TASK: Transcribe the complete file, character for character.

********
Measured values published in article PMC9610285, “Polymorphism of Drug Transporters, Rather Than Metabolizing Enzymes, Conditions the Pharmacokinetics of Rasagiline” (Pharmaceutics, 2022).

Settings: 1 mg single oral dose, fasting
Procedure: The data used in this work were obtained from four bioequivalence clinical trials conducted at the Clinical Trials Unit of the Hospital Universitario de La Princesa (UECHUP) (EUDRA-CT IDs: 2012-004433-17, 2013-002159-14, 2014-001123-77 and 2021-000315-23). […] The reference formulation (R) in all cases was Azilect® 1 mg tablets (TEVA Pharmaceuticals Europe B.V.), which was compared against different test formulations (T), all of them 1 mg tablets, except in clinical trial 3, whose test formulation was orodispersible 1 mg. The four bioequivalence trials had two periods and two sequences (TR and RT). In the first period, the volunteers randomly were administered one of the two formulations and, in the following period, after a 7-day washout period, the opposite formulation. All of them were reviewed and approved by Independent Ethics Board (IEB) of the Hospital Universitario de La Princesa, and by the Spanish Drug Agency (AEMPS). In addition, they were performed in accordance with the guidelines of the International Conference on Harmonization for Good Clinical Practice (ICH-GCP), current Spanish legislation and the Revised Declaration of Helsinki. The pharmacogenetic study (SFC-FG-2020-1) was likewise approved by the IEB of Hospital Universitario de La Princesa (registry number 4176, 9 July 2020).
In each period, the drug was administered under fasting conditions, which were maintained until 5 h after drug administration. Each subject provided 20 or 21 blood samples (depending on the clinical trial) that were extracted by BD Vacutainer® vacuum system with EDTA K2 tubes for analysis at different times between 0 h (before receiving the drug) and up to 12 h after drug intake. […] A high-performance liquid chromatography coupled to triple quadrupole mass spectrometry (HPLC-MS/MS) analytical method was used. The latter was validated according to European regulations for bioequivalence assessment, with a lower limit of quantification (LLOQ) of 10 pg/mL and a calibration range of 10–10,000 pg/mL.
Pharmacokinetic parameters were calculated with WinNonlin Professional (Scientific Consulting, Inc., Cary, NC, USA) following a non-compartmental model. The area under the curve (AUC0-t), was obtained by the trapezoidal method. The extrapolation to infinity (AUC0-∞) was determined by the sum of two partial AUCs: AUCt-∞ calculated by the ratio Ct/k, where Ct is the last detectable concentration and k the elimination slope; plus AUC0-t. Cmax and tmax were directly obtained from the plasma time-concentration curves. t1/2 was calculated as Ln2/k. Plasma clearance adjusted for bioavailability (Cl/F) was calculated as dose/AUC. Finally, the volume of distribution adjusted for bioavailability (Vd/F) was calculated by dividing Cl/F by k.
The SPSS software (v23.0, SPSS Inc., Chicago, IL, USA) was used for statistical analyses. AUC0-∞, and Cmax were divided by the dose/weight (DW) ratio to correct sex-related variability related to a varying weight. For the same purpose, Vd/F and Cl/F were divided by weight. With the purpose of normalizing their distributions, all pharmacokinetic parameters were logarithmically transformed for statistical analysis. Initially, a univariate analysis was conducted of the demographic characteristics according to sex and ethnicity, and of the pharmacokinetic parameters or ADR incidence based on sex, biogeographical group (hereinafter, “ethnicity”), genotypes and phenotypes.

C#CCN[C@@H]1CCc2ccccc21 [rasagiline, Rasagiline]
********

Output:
Measured values published in article PMC9610285, “Polymorphism of Drug Transporters, Rather Than Metabolizing Enzymes, Conditions the Pharmacokinetics of Rasagiline” (Pharmaceutics, 2022).

Settings: 1 mg single oral dose, fasting
Procedure: The data used in this work were obtained from four bioequivalence clinical trials conducted at the Clinical Trials Unit of the Hospital Universitario de La Princesa (UECHUP) (EUDRA-CT IDs: 2012-004433-17, 2013-002159-14, 2014-001123-77 and 2021-000315-23). […] The reference formulation (R) in all cases was Azilect® 1 mg tablets (TEVA Pharmaceuticals Europe B.V.), which was compared against different test formulations (T), all of them 1 mg tablets, except in clinical trial 3, whose test formulation was orodispersible 1 mg. The four bioequivalence trials had two periods and two sequences (TR and RT). In the first period, the volunteers randomly were administered one of the two formulations and, in the following period, after a 7-day washout period, the opposite formulation. All of them were reviewed and approved by Independent Ethics Board (IEB) of the Hospital Universitario de La Princesa, and by the Spanish Drug Agency (AEMPS). In addition, they were performed in accordance with the guidelines of the International Conference on Harmonization for Good Clinical Practice (ICH-GCP), current Spanish legislation and the Revised Declaration of Helsinki. The pharmacogenetic study (SFC-FG-2020-1) was likewise approved by the IEB of Hospital Universitario de La Princesa (registry number 4176, 9 July 2020).
In each period, the drug was administered under fasting conditions, which were maintained until 5 h after drug administration. Each subject provided 20 or 21 blood samples (depending on the clinical trial) that were extracted by BD Vacutainer® vacuum system with EDTA K2 tubes for analysis at different times between 0 h (before receiving the drug) and up to 12 h after drug intake. […] A high-performance liquid chromatography coupled to triple quadrupole mass spectrometry (HPLC-MS/MS) analytical method was used. The latter was validated according to European regulations for bioequivalence assessment, with a lower limit of quantification (LLOQ) of 10 pg/mL and a calibration range of 10–10,000 pg/mL.
Pharmacokinetic parameters were calculated with WinNonlin Professional (Scientific Consulting, Inc., Cary, NC, USA) following a non-compartmental model. The area under the curve (AUC0-t), was obtained by the trapezoidal method. The extrapolation to infinity (AUC0-∞) was determined by the sum of two partial AUCs: AUCt-∞ calculated by the ratio Ct/k, where Ct is the last detectable concentration and k the elimination slope; plus AUC0-t. Cmax and tmax were directly obtained from the plasma time-concentration curves. t1/2 was calculated as Ln2/k. Plasma clearance adjusted for bioavailability (Cl/F) was calculated as dose/AUC. Finally, the volume of distribution adjusted for bioavailability (Vd/F) was calculated by dividing Cl/F by k.
The SPSS software (v23.0, SPSS Inc., Chicago, IL, USA) was used for statistical analyses. AUC0-∞, and Cmax were divided by the dose/weight (DW) ratio to correct sex-related variability related to a varying weight. For the same purpose, Vd/F and Cl/F were divided by weight. With the purpose of normalizing their distributions, all pharmacokinetic parameters were logarithmically transformed for statistical analysis. Initially, a univariate analysis was conducted of the demographic characteristics according to sex and ethnicity, and of the pharmacokinetic parameters or ADR incidence based on sex, biogeographical group (hereinafter, “ethnicity”), genotypes and phenotypes.

C#CCN[C@@H]1CCc2ccccc21 [rasagiline, Rasagiline]